At the Beer Hunter in January, I had absolutely no idea I was sitting at the table with a future major champion, but I did know something; this Bradley kid was the silent one in the group, and we all know that sometimes the silent ones are the kids you have to watch.
I clapped on Sunday when the final putt dropped, knowing a deserving rookie won the biggest tournament of his life. I hope you did the same.
Saturday, August 13, 2011
Friday, August 12, 2011
I mean, this is too much. When did he make that push? Did I miss it?
A week after the jokester that writes Tiger Woods' website headlines wrote this about the Bridgestone Invitational, he came up with the above picture on Friday.
Was it supposed to be "Tiger Woods pushed his drive right again" and just messed up? I'm sure that was it. Anyway, great stuff.
Might I suggest, "Tiger won't miss another cut this season," or "If "others" were important in golf, Tiger Woods would be the Tiger Woods of this game!"
I honestly don't know what else to say about Tiger Woods' play this week other than the above picture, courtesy of Getty Images.
It was bad ... very, very bad ... and I'm sure he will want to get in his rental car, get to the private airport, and home as quick as possible. I sure would be.
Thursday, August 11, 2011
Follow us on Twitter for all golf updates right here!
That's the video. And the decision making. Just two weeks after being called out for his decision making on the golf course, Rory McIlroy decided to go after a second shot on the 3rd hole at Atlanta Athletic Club, hit a root, and is now debating if he's going to stay out there and play the next three days.
It was a poor decision, but the kid is trying to win, so you can't fault him. What you can fault him for is not just punching out, taking his bogey and going on with it. Heck, he made bogey anyway!!
There are plenty of times in the career of Tiger Woods when he's done stuff that's left you speechless. His second shot into the 18th at the Canadian Open in 2002 comes to mind. That dribbling putt that dropped on the 72nd hole at Torrey Pines in '08 is another. And of course, some of his performances as a whole, like Augusta in '97 and Pebble Beach in 2000.
But rarely does it leave you a befuddled speechless. That's what happened Thursday at Atlanta Athletic Club. I was speechless. Utterly speechless. People will ask me today and tonight what happened to Tiger after he was 3-under through five holes in the first round of this year's PGA Championship, his first major since the Masters earlier this year, and I really don't know if I'll have an answer.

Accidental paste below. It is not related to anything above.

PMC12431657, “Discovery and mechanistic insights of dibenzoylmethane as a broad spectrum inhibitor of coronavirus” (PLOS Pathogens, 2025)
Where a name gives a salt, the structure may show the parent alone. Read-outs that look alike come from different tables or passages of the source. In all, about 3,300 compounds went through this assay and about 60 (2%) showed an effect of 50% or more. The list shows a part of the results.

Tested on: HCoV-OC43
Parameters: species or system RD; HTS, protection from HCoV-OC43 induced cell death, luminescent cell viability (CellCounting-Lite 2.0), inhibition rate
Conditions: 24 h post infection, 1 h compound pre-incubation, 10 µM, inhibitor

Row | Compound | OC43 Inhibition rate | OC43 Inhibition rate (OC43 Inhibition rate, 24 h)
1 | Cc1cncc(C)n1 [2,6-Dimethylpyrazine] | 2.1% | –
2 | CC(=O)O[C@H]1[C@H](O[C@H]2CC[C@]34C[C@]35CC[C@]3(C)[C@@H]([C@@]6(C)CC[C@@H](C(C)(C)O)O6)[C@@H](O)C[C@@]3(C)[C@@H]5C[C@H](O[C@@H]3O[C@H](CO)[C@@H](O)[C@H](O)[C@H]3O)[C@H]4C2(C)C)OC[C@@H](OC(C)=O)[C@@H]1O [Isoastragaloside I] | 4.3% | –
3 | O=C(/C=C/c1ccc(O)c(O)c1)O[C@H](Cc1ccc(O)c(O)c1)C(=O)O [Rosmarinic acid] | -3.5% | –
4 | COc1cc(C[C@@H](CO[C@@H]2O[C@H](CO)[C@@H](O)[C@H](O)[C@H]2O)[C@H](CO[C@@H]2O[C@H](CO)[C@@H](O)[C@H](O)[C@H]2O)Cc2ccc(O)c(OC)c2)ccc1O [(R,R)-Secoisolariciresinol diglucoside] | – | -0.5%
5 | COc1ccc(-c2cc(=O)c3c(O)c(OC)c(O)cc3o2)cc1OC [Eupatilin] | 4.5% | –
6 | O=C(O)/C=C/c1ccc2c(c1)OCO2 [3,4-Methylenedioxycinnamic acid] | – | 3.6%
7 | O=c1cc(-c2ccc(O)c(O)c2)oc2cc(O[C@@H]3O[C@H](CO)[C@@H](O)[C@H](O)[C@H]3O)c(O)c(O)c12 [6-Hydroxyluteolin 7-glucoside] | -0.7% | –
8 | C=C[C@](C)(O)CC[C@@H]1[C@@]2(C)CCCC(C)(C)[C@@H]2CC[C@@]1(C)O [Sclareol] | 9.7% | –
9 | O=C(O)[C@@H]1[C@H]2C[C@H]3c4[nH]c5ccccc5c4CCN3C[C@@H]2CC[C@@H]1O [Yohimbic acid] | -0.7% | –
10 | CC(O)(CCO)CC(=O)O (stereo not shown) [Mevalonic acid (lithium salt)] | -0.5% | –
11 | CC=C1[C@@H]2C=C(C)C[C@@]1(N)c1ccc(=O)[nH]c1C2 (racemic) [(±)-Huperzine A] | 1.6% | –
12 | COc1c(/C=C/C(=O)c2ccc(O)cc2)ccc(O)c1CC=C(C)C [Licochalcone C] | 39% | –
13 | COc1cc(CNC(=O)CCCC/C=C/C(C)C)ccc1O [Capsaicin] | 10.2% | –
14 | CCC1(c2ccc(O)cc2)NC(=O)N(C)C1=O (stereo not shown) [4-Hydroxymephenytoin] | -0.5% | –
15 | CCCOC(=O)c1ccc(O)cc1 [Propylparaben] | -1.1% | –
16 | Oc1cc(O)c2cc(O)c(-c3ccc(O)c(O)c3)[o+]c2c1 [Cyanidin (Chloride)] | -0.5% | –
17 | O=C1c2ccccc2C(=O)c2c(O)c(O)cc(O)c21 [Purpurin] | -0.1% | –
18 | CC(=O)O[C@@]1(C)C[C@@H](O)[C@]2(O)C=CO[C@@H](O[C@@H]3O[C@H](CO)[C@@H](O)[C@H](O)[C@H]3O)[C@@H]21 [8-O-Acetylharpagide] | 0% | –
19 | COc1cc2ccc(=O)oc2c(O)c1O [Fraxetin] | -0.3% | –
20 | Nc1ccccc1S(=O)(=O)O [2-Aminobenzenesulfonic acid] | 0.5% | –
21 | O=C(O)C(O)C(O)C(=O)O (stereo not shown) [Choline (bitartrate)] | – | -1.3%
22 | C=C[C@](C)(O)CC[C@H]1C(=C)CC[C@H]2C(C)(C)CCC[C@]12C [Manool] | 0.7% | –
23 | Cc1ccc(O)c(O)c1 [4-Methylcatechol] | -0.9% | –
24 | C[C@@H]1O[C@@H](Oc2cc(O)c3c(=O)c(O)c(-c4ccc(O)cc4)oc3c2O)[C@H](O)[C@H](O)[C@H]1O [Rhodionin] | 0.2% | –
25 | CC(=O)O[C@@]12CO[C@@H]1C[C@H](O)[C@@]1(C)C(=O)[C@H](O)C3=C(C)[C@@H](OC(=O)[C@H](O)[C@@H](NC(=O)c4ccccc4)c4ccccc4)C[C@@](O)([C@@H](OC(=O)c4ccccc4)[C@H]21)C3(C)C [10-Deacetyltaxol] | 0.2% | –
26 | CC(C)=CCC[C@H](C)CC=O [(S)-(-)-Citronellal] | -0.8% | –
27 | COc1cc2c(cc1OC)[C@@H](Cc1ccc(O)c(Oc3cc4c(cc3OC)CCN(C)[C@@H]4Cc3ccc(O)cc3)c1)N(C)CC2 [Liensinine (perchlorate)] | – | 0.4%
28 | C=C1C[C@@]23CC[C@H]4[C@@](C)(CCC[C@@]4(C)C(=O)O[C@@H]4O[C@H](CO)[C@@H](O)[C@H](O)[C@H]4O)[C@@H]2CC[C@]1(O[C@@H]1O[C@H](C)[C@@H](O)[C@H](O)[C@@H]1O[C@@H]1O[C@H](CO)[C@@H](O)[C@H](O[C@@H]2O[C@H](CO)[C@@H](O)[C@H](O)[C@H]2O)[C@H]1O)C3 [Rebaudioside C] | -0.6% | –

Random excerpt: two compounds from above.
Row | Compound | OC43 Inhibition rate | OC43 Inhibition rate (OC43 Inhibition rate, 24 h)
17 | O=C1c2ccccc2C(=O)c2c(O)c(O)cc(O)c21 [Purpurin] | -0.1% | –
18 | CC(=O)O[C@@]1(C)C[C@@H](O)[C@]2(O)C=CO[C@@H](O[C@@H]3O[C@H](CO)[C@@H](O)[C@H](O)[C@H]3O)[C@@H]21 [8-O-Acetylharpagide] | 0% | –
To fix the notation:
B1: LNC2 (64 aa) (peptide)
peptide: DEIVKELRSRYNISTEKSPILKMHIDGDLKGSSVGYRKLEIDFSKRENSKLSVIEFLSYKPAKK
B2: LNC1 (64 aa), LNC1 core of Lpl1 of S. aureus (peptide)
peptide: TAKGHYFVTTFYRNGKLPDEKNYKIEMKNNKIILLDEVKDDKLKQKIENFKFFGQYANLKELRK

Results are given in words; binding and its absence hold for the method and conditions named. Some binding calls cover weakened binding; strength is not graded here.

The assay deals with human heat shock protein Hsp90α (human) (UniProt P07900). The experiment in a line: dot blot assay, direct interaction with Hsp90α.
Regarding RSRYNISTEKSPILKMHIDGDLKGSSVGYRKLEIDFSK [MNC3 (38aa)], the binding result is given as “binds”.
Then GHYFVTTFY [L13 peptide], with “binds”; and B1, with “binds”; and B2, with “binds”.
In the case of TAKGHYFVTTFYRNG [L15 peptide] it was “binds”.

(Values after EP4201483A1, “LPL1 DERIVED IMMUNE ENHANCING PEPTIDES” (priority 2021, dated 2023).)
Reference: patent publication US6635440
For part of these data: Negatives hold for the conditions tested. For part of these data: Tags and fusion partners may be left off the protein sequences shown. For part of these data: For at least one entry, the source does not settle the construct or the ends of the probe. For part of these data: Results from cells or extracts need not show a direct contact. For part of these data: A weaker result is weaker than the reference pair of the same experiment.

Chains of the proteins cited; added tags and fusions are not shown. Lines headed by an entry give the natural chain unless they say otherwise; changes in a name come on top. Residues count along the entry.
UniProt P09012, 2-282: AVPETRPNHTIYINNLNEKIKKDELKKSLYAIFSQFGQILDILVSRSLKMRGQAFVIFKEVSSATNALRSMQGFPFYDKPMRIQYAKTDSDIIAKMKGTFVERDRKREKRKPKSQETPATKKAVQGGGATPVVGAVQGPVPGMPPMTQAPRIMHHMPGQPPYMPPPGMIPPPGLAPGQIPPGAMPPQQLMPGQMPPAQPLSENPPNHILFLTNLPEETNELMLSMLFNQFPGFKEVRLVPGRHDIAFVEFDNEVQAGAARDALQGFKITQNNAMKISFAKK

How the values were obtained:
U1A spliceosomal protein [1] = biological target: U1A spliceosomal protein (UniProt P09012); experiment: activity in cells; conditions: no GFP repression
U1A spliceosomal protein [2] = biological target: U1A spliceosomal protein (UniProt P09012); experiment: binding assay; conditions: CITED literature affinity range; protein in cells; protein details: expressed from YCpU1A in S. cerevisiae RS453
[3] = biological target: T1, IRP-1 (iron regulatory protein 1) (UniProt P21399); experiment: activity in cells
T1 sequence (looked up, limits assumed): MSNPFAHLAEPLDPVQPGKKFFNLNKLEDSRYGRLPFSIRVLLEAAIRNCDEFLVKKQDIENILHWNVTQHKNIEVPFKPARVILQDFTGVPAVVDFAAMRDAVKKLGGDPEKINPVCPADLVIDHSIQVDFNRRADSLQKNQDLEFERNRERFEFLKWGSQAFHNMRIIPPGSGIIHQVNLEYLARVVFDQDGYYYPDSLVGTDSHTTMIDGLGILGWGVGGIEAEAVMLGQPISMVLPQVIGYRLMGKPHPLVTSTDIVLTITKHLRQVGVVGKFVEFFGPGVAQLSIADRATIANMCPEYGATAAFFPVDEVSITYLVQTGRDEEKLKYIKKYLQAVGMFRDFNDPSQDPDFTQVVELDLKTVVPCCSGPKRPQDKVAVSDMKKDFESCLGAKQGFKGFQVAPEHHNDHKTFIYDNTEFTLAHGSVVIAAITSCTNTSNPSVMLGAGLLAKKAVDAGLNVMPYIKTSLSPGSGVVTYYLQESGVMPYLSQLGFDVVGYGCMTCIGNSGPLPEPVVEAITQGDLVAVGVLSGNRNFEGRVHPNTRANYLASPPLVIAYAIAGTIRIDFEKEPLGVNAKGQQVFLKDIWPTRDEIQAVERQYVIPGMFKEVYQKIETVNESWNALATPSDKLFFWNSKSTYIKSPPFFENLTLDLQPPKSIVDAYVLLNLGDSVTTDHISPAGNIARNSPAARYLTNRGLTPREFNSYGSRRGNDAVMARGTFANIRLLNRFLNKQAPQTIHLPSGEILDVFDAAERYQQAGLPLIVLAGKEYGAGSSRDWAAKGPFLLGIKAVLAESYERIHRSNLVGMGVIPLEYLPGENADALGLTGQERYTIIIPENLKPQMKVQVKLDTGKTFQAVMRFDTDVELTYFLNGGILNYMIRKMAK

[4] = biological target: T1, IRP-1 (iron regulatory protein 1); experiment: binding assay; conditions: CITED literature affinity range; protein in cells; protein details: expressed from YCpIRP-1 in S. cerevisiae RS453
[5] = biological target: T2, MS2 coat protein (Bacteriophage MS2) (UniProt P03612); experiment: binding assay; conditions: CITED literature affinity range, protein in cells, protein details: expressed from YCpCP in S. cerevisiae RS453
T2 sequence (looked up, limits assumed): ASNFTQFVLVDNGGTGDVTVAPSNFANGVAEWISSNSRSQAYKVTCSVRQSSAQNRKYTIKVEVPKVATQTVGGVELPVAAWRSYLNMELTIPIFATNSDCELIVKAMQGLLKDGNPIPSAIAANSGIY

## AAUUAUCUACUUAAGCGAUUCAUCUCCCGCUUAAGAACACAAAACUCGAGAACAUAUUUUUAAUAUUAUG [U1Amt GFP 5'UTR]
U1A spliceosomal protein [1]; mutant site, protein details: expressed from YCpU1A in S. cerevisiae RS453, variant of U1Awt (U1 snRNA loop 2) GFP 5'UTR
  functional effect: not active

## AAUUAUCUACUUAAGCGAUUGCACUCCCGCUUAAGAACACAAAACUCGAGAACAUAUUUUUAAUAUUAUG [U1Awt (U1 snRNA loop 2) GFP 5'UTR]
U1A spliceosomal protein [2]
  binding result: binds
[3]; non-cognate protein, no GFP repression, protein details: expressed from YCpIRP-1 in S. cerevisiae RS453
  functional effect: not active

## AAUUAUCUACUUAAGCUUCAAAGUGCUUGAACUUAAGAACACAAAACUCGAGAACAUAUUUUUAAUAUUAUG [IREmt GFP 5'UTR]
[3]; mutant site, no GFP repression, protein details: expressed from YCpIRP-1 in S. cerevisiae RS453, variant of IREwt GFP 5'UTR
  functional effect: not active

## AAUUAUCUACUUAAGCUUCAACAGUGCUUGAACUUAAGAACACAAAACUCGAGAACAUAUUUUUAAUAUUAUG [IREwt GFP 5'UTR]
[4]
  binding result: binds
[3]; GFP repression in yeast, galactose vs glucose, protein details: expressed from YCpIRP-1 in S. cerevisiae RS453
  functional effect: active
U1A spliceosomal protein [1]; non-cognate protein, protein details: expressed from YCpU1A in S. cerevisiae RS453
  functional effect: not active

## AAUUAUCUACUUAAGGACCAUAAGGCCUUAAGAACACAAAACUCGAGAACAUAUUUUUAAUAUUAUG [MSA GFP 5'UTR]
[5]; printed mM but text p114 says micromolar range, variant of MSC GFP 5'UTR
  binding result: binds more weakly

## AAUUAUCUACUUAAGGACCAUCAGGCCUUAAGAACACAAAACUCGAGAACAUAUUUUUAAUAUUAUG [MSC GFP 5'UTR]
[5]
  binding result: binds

He couldn't hit a fairway? He kept making the bad mistake? He found more bunkers than an Army training op? He couldn't buy a putt? He made three double-bogeys? All of these are part of the reason, but there has to be a reason for this, and that reason is the guy just doesn't have any confidence in his golf game anymore. Why do I think that? Because I've been where he is. I've hit those misses that go way away from the trouble on every hole. I've sat on tees trying to hit it in the right rough because water is to the left. And I was doing all that because I knew my golf game was a broken window.
And you know I'm not stupid enough to compare what I can do on the golf course to what Tiger can do. His talent is the Empire State Building, and mine is a Radio Shack, but as a golfer, I can get where he's at. It's just strange to think that Woods would ever get there.
His opening round 77 was the worst he's ever had in a major. He isn't going to make the cut on Friday, mostly because he doesn't have a golf swing to do it.
I hate to think that we are currently watching a guy lose his golf game. Back in the early 2000s, when David Duval found and lost his golf game, the focus wasn't there in the media. Sure, Duval was a big name, but he wasn't Tiger Woods. This guy is falling apart, and all that rumbling we had when he got hurt for him to come back seems completely justified now. He should have taken the rest of the year off. He should have packed the sticks away, got on his boat, cleared his mind and figured out just what he wants to do with his career moving forward.
I know Tiger wants to play well. I know he has all the right intentions on the golf course, and wants to go out and win. But the reality of it is he isn't going to do that. He can't. He isn't mentally there, his swing is all over the place, and he just doesn't have enough reps on the golf course to realistically compete on the PGA Tour, 2011 Edition. Each player out there is just getting better and better, but Tiger is regressing. His game is getting worse. He needs time away to figure it all out or he could just keep getting beat down, and every round like this is just another step back for Woods.
I feel bad for Tiger. I really do. I feel bad because I know he wants to win so bad, but more importantly, because this was our generation's guy. This was the man that we were planning on telling our grandkids that we got to see live! He was the player we were going to brag about for years to come, because he grew up when we grew up, and his golf was better than everyone else's.
Nobody enjoys watching this implosion. I just wish Tiger would get it all cleared up before he tees it up again. I'm sure right now, golf clubs are the last thing he wants in his hand (well, besides a microphone).
Wednesday, August 10, 2011
The above photo is of all the current PGA Championship winners that showed up this week at Atlantic Athletic Club. I'll give you a few seconds to try to thumb out John Daly.
Okay, give up?! He's the guy on the left!!! In the plaid jacket, jeans and pink shoes! How did you NOT get that?
I'll say this, if Daly is trying to make a good impression so he lands a few more sponsors exemptions next year, he sure is on the right track!